Health insurance companies can no longer use pre-existing conditions as a reason to deny you coverage or charge you more. For transgender people, this means that having a diagnosis of "gender identity disorder" in your health record or having previously gotten healthcare related to gender transition can no longer be used as a reason to refuse to sell you a health insurance plan or to charge you more for coverage.
With that barrier removed, there are still ongoing questions about what transition-related and gender-specific care you can expect your insurance plan to cover. The ACA prohibits discrimination based on gender identity, so we expect that health plans offered through the state marketplaces will cover some transition-related care, as long as those kinds of services are covered for other people on that plan. If your plan denies you coverage for a service or procedure that is covered for other people on your plan, you have experienced discrimination. You can appeal the denial with the insurance company, and if the company denies the appeal, you have the right to ask for an external review of the plan's decision. You can also file a complaint with your state's insurance commissioner or with the Office for Civil Rights at the U.S. Department of Health and Human Services – click here for more information about filing a complaint. You can also share your experiences and concerns via the HealthCare.gov help hotline at 1-800-318-2596.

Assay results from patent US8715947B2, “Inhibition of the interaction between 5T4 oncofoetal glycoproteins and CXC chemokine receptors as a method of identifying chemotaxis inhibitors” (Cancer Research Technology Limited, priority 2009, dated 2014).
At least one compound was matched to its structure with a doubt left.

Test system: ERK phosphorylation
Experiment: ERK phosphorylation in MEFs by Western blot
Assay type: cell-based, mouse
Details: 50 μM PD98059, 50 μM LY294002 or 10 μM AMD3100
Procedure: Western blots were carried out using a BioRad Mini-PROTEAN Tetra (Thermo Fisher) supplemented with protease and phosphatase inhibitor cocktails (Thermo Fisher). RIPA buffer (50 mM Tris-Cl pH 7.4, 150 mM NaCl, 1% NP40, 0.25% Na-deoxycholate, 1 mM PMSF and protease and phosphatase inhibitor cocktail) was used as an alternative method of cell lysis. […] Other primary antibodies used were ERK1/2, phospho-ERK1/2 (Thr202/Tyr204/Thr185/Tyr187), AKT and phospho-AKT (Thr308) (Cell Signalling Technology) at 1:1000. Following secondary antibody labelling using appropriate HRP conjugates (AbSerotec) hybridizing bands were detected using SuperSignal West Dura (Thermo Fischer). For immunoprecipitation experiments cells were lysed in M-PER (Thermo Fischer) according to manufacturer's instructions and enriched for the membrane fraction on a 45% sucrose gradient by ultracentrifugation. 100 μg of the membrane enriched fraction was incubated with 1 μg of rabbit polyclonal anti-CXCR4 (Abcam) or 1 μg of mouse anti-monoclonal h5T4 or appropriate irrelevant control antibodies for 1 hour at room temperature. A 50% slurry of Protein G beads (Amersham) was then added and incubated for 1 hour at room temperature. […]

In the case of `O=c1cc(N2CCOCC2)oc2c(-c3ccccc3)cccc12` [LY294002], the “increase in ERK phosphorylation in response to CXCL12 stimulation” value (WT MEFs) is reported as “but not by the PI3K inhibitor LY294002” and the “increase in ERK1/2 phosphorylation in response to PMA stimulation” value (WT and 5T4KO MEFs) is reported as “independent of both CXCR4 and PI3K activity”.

Types of care likely to be covered include mental health counseling, hormone replacement therapy, and organ removal (orchiectomy, hysterectomy/oophorectomy). Gender confirmation surgeries and procedures such as electrolysis may or may not be covered, depending on the plan.
You also have the right to free gender-specific preventive care (such as mammograms, pap smears, and prostate exams) that your provider recommends as medically appropriate. Plans cannot limit these services based on your sex assigned at birth, gender identity, or the gender listed or otherwise recorded by the plan or insurance company. If you encounter any challenges in accessing these services, you can appeal the denial with the insurance company or file a complaint.
Unfortunately, assisters may not know the specifics of which benefits are covered in which plans, but you can ask for help in finding this information. The best way to find out for sure what will and won’t be covered is to look up the plans that you are eligible for and ask the insurer(s) for the "Evidence of Coverage" or "Certificate of Coverage" (the full list of covered benefits) for that plan. If your plan denies you coverage for a service or procedure that is covered for other people on your plan, you have experienced discrimination. You can appeal the denial with the insurance company, and if the company denies the appeal, you have the right to ask for an external review of the plan’s decision. If you experience any form of discrimination, have a transgender exclusion in your plan, or if your coverage is denied, you should contact a legal organization for help. You can also file a complaint with your state insurance department – visit this page to connect with your state insurance regulators. It can be frustrating to file a complaint, but this is especially important given the lack of clarity about what must be covered. You can also share your experiences and concerns via the HealthCare.gov help hotline at 1-800-318-2596.